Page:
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Wednesday, October 27th 12-1:30 PM PST

We hear a lot these days about the ‘psychedelic renaissance’.  An explosion of interest in newly synthesized substances collided with an increasingly globalized world in the second half of the twentieth-century.  New religious movements, ethnographic and archaeological studies, and worldwide attempts to control “drugs” around the world brought the use of various plants to broader discussions of (westernized) medicine and intellectual property.  Along with globalizing impulses, and following largely western scholars’ impulses to universalize, a rhetoric of “the sacred” has emerged with respect to Indigenous uses of plants in particular but also among synthesized psychedelic substances as well.

As we consider the recent discussions and debates, it is useful to be aware of a much longer extractive history of various substances and the impulse to impose eurochristian notions of “the sacred” onto substances / persons decontextualized from traditional Indigenous uses.  In this discussion, we will hear from Professor Tink Tinker (wazhazhe / Osage Nation) concerning the difficulty for the very notion of “property” (intellectual or otherwise) and the impact of extractive thinking on Indigenous worldview.  We will also hear from Professor Marcy Norton, author of Sacred Gifts, Profane Pleasures: A History of Tobacco and Chocolate in the Atlantic World.  Norton’s work addresses the European reception of substances / persons that have become commoditized and made rather mundane but that maintain traditional ceremonial uses for Indigenous people.  Roger Green of Metropolitan State University of Denver will moderate the discussion.

Tink Tinker (Eagle Clan, wazhazhe / Osage Nation) is Clifford Baldridge Emeritus Professor of American Indian Cultures and Religious Traditions at Iliff School of Theology. His publications include American Indian Liberation: A Theology of Sovereignty (2008); Spirit and Resistance: Political Theology and American Indian Liberation (2004); and Missionary Conquest: The Gospel and Native American Genocide (1993). An edited collection by Miguel A. De La Torre, The Colonial Compromise: The Threat of the Gospel to Indigenous Worldview (2021) celebrates Dr. Tinker’s career and teaching.  Dr. Tinker volunteered in the Indian community as (non–stipendiary) director of Four Winds American Indian Survival Project in Denver for more than two decades. In that capacity he functions in the urban Indian community as a traditional American Indian spiritual leader.  He is past president of the Native American Theological Association and a member of the Ecumenical Association of Third World Theologians.  He has been active in volunteer capacities with several denominations at the national level, the National Council of Churches and the World Council of Churches. He currently serves as an “Honorary Advisor” to IMADR, the International Movement against all Forms of Discrimination and Racism; and he also serves locally on the Leadership Council of the American Indian Movement of Colorado.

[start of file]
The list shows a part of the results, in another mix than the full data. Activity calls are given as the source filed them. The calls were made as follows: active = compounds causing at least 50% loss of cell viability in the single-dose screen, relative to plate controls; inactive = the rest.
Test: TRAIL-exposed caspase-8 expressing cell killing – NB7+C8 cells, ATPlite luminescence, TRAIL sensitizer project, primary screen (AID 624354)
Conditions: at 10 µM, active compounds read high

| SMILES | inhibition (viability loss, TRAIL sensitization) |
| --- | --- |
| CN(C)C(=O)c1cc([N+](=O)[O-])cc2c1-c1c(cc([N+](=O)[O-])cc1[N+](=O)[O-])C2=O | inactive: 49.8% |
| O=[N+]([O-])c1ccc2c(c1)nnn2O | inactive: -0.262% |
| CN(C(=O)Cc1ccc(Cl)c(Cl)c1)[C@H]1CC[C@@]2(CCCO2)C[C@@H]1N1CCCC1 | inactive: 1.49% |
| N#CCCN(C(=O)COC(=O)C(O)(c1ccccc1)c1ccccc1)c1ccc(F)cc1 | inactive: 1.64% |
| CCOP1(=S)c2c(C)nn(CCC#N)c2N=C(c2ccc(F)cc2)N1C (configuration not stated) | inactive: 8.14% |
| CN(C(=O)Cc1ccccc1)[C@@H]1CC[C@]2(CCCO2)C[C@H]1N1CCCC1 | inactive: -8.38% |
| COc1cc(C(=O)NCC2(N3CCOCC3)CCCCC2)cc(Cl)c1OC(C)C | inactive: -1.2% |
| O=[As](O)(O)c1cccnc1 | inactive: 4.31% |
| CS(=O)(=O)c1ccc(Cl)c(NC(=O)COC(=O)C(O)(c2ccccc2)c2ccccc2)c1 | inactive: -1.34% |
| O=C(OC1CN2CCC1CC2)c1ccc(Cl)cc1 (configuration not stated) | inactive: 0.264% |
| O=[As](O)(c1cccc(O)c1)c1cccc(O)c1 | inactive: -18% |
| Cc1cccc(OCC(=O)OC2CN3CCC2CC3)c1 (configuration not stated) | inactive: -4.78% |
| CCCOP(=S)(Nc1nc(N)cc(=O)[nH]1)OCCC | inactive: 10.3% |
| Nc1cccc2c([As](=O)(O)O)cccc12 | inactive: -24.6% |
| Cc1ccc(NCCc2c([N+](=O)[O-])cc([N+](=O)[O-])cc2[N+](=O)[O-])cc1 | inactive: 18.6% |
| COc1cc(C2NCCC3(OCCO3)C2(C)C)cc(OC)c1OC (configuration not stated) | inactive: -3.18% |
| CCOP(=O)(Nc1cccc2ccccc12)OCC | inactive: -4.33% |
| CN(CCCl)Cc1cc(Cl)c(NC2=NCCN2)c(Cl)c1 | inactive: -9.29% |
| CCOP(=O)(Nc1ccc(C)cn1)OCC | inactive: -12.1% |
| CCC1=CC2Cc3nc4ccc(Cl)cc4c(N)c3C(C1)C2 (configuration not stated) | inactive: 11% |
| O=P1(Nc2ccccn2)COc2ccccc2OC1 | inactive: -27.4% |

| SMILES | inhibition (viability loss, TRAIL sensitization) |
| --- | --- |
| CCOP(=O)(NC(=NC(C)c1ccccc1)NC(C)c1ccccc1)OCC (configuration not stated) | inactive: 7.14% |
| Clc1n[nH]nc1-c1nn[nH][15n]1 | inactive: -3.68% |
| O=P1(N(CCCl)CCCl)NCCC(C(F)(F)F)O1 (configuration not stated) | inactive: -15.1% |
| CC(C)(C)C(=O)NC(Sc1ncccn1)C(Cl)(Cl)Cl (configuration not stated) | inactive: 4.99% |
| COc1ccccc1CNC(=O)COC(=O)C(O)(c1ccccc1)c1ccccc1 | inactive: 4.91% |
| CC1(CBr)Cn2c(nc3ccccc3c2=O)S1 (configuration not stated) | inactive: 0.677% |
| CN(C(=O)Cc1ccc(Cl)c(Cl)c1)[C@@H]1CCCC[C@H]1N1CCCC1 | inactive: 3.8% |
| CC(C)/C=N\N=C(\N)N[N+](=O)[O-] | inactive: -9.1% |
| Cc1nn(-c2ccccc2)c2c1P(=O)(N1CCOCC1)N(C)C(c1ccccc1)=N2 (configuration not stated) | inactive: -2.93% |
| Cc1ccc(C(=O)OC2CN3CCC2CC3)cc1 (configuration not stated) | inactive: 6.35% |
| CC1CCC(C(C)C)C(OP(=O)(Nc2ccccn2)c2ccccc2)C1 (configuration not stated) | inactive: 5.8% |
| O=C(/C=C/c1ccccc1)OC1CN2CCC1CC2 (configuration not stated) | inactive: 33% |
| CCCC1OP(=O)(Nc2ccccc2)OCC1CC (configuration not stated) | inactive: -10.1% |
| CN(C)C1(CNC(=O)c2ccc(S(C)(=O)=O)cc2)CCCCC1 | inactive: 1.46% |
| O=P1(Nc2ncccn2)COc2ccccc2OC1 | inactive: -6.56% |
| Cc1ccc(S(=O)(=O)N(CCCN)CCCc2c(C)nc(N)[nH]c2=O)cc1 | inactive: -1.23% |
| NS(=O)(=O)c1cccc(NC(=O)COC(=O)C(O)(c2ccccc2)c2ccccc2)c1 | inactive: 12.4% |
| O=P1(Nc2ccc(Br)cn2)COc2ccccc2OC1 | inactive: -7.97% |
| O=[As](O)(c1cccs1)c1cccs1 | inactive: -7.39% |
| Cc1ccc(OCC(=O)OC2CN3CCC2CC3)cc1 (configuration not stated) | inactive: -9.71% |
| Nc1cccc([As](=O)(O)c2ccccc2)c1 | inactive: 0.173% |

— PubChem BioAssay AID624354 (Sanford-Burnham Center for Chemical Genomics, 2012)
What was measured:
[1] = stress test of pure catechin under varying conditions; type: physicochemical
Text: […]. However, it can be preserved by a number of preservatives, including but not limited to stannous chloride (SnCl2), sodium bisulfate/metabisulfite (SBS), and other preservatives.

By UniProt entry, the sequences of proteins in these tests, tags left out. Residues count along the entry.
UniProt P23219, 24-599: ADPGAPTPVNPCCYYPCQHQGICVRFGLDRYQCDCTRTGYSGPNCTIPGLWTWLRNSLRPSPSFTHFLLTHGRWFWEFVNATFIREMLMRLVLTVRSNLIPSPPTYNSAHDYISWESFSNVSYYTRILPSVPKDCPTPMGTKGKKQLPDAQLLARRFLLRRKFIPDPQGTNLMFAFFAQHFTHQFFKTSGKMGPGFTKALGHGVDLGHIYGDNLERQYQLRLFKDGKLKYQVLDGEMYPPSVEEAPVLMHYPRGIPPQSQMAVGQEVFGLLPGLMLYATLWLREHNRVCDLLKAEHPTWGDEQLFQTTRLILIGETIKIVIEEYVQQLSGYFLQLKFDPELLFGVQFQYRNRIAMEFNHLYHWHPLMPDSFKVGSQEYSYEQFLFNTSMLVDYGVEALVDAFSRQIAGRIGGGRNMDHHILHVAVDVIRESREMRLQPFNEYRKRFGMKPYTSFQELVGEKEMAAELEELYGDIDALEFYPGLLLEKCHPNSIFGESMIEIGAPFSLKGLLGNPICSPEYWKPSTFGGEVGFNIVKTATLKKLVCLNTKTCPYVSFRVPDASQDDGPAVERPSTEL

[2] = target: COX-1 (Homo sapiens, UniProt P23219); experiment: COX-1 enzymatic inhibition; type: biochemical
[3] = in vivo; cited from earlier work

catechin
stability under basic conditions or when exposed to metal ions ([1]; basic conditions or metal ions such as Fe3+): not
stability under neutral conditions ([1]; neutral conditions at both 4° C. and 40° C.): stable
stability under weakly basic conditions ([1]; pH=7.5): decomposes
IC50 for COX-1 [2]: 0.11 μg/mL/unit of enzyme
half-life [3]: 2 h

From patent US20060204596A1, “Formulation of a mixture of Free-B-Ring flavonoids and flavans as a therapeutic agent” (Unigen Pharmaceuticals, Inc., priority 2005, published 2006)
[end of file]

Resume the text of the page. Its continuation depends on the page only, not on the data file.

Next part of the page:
Marcy Norton (Ph.D. Berkeley) is a historian of the early modern Atlantic World at the University of Pennsylvania, with a focus on Latin America and Spain. Much of her research is guided by two questions: How did colonialism shape the Americas?  And how did Native America shape European modernity? Thematically she is most interested in writing history that explores the intersections of environment, embodiment, and thought, concerns that have guided her work on the history of food, drugs, science and inter-species relationships.  Her publications include Sacred Gifts, Profane Pleasures: A History of Tobacco and Chocolate in the Atlantic World (Cornell University Press, 2008, winner of the best book prize from the Association for the Study of Food and Society), “Subaltern Technologies and Early Modernity in the Atlantic World” (Colonial Latin America Review, 2017) and two articles that appeared in American Historical Review, “Tasting Empire: Chocolate and the Internalization of Mesoamerican Aesthetics (2006) “The Chicken or the Iegue: Human-Animal Relationships and the Columbian Exchange”  (2015), which won the Council on Latin American’s history Vanderwood prize for the best article in Latin American History. She also co-edited (with Ralph Bauer) a special issue of Colonial Latin America Review entitled Entangled Trajectories: Indigenous and European Histories. (2017). She is currently finishing a book about colonialism and human-animal relationships in early modern Europe and America, which will be published by Harvard University Press. 

Roger Green is a Senior Lecturer in the Department of English at Metropolitan State University of Denver.  He’s the author of A Transatlantic Political Theology of Psychedelic Aesthetics: Enchanted Citizens (2019) and the recent dissertation, Ayahuasca in the Wake of the Doctrine of Discovery (2020).  He has collaborated musically with Anne Waldman on Untethered I (Fast Speaking Music 2017).  He’s also contributor to an edited collection by Miguel A. De La Torre, The Colonial Compromise: The Threat of the Gospel to Indigenous Worldview (2021), which celebrates Tink Tinker’s career and teaching.  He’s currently co-authoring a book with Tink Tinker on eurochristian worldview.


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